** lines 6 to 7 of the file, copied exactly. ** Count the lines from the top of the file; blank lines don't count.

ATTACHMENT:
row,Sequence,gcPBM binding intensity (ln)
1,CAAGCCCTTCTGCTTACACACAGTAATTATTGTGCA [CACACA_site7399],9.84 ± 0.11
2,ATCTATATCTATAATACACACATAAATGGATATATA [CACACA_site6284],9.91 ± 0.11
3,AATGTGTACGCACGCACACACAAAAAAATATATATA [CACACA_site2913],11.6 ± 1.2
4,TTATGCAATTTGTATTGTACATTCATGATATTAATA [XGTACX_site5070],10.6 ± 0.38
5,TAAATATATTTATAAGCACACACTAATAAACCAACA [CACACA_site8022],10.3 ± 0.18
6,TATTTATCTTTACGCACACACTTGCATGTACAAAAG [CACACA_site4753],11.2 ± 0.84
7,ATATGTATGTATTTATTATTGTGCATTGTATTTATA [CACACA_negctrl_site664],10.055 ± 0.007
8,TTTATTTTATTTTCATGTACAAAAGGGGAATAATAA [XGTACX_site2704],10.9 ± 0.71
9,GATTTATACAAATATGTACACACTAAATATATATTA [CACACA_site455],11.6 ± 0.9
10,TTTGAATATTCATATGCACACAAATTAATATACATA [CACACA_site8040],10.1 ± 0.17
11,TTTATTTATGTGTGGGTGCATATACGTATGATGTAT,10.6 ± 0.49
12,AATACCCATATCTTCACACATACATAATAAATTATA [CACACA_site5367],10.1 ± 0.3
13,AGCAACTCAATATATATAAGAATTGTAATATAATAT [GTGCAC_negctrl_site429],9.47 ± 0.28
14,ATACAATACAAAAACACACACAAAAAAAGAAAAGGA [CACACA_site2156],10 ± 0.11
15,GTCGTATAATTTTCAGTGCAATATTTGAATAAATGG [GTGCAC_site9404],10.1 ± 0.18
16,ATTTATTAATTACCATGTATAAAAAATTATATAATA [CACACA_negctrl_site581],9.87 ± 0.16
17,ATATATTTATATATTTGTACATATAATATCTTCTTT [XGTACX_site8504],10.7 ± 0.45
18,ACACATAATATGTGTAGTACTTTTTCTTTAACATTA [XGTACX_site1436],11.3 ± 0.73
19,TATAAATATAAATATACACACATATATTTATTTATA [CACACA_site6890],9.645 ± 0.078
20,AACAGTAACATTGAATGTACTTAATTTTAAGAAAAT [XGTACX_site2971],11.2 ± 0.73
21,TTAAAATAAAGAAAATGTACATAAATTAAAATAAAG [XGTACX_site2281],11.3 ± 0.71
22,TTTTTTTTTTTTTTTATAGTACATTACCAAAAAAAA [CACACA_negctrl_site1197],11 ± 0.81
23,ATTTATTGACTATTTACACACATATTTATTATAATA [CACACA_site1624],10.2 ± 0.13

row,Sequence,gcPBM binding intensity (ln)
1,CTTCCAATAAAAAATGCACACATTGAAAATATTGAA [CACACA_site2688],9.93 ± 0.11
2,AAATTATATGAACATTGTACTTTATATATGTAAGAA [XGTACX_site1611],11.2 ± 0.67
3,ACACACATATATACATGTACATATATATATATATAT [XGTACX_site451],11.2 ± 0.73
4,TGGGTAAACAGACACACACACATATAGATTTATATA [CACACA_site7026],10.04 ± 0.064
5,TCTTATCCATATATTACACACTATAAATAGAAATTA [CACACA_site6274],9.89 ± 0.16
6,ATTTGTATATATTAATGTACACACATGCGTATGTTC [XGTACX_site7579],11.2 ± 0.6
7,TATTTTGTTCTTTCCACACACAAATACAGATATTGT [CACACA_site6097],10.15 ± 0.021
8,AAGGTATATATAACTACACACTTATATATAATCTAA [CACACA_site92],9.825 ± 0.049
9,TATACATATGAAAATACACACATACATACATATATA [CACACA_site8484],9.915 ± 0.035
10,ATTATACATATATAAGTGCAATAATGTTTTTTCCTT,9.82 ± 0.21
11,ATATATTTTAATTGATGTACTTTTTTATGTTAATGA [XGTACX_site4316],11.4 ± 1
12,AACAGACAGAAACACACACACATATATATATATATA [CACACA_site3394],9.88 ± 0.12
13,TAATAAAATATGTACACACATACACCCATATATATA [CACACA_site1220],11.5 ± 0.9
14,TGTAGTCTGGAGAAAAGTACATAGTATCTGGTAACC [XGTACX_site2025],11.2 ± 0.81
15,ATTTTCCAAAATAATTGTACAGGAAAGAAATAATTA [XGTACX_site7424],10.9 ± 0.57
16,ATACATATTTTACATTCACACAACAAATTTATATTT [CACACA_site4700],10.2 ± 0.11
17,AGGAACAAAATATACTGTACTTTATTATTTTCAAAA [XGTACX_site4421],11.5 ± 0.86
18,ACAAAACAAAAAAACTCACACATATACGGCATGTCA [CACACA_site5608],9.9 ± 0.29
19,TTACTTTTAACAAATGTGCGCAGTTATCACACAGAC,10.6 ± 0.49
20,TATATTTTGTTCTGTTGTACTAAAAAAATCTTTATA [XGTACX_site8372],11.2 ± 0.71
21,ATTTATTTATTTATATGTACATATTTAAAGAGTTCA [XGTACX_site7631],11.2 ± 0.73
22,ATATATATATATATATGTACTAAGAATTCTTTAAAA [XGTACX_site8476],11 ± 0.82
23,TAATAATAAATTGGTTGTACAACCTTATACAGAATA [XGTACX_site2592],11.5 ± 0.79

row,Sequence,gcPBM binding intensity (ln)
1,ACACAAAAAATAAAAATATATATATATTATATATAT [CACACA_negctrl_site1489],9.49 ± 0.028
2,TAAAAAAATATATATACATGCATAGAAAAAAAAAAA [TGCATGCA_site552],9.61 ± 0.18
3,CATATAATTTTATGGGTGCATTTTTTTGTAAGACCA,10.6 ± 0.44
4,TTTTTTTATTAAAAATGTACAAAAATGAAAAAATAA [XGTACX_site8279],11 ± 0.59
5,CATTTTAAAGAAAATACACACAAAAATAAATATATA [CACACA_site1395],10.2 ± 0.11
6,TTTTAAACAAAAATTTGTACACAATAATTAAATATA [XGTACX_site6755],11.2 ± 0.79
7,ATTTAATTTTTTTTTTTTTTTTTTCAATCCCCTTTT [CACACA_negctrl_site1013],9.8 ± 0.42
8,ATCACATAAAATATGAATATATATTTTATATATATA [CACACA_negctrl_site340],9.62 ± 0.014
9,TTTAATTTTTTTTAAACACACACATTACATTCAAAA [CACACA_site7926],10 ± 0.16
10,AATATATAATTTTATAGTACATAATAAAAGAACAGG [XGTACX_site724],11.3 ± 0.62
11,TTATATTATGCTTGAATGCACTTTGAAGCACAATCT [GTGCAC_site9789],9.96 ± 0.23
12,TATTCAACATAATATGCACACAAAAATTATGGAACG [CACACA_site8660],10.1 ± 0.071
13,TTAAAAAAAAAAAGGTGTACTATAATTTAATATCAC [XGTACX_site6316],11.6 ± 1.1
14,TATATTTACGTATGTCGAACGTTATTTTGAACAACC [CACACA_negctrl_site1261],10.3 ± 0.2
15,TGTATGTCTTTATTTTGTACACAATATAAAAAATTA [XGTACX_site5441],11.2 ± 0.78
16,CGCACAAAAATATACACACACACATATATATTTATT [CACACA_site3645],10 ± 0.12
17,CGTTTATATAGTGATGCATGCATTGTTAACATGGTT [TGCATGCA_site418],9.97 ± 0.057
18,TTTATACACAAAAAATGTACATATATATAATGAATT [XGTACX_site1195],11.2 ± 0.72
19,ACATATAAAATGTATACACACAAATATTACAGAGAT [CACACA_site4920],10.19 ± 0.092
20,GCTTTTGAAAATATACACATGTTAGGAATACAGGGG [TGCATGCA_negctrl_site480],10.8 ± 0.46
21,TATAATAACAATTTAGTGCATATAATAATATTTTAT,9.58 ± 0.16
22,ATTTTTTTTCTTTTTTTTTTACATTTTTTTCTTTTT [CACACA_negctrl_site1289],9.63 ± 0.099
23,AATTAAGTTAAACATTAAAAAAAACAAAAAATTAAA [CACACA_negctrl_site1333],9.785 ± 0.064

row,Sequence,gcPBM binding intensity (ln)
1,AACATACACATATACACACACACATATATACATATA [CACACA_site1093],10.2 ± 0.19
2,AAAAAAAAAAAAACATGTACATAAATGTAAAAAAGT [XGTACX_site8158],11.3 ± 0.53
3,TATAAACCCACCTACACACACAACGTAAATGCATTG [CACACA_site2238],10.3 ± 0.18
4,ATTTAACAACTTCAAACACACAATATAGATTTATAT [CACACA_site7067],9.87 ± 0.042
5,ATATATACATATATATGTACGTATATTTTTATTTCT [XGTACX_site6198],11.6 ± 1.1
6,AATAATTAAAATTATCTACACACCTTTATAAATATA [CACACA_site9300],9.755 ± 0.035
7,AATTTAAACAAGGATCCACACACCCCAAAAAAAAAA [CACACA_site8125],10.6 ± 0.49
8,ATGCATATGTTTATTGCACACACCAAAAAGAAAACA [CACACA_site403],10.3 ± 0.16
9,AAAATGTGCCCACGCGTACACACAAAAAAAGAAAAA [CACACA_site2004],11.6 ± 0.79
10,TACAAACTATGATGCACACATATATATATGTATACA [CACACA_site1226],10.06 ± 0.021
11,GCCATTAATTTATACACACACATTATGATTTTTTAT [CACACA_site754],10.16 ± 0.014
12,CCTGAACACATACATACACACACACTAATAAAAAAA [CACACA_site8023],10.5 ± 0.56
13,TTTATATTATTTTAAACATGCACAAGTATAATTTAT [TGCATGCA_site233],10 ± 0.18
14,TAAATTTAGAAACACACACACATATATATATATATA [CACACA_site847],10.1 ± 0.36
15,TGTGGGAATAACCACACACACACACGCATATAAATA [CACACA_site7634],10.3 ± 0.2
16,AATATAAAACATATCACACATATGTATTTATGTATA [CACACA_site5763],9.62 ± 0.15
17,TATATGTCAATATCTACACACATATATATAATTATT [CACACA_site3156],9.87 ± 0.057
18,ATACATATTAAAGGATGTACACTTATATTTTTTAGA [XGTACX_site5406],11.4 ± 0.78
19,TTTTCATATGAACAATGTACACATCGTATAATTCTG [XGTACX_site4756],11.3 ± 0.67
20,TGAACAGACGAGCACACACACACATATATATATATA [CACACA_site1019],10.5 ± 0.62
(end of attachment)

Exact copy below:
5,TAAATATATTTATAAGCACACACTAATAAACCAACA [CACACA_site8022],10.3 ± 0.18
6,TATTTATCTTTACGCACACACTTGCATGTACAAAAG [CACACA_site4753],11.2 ± 0.84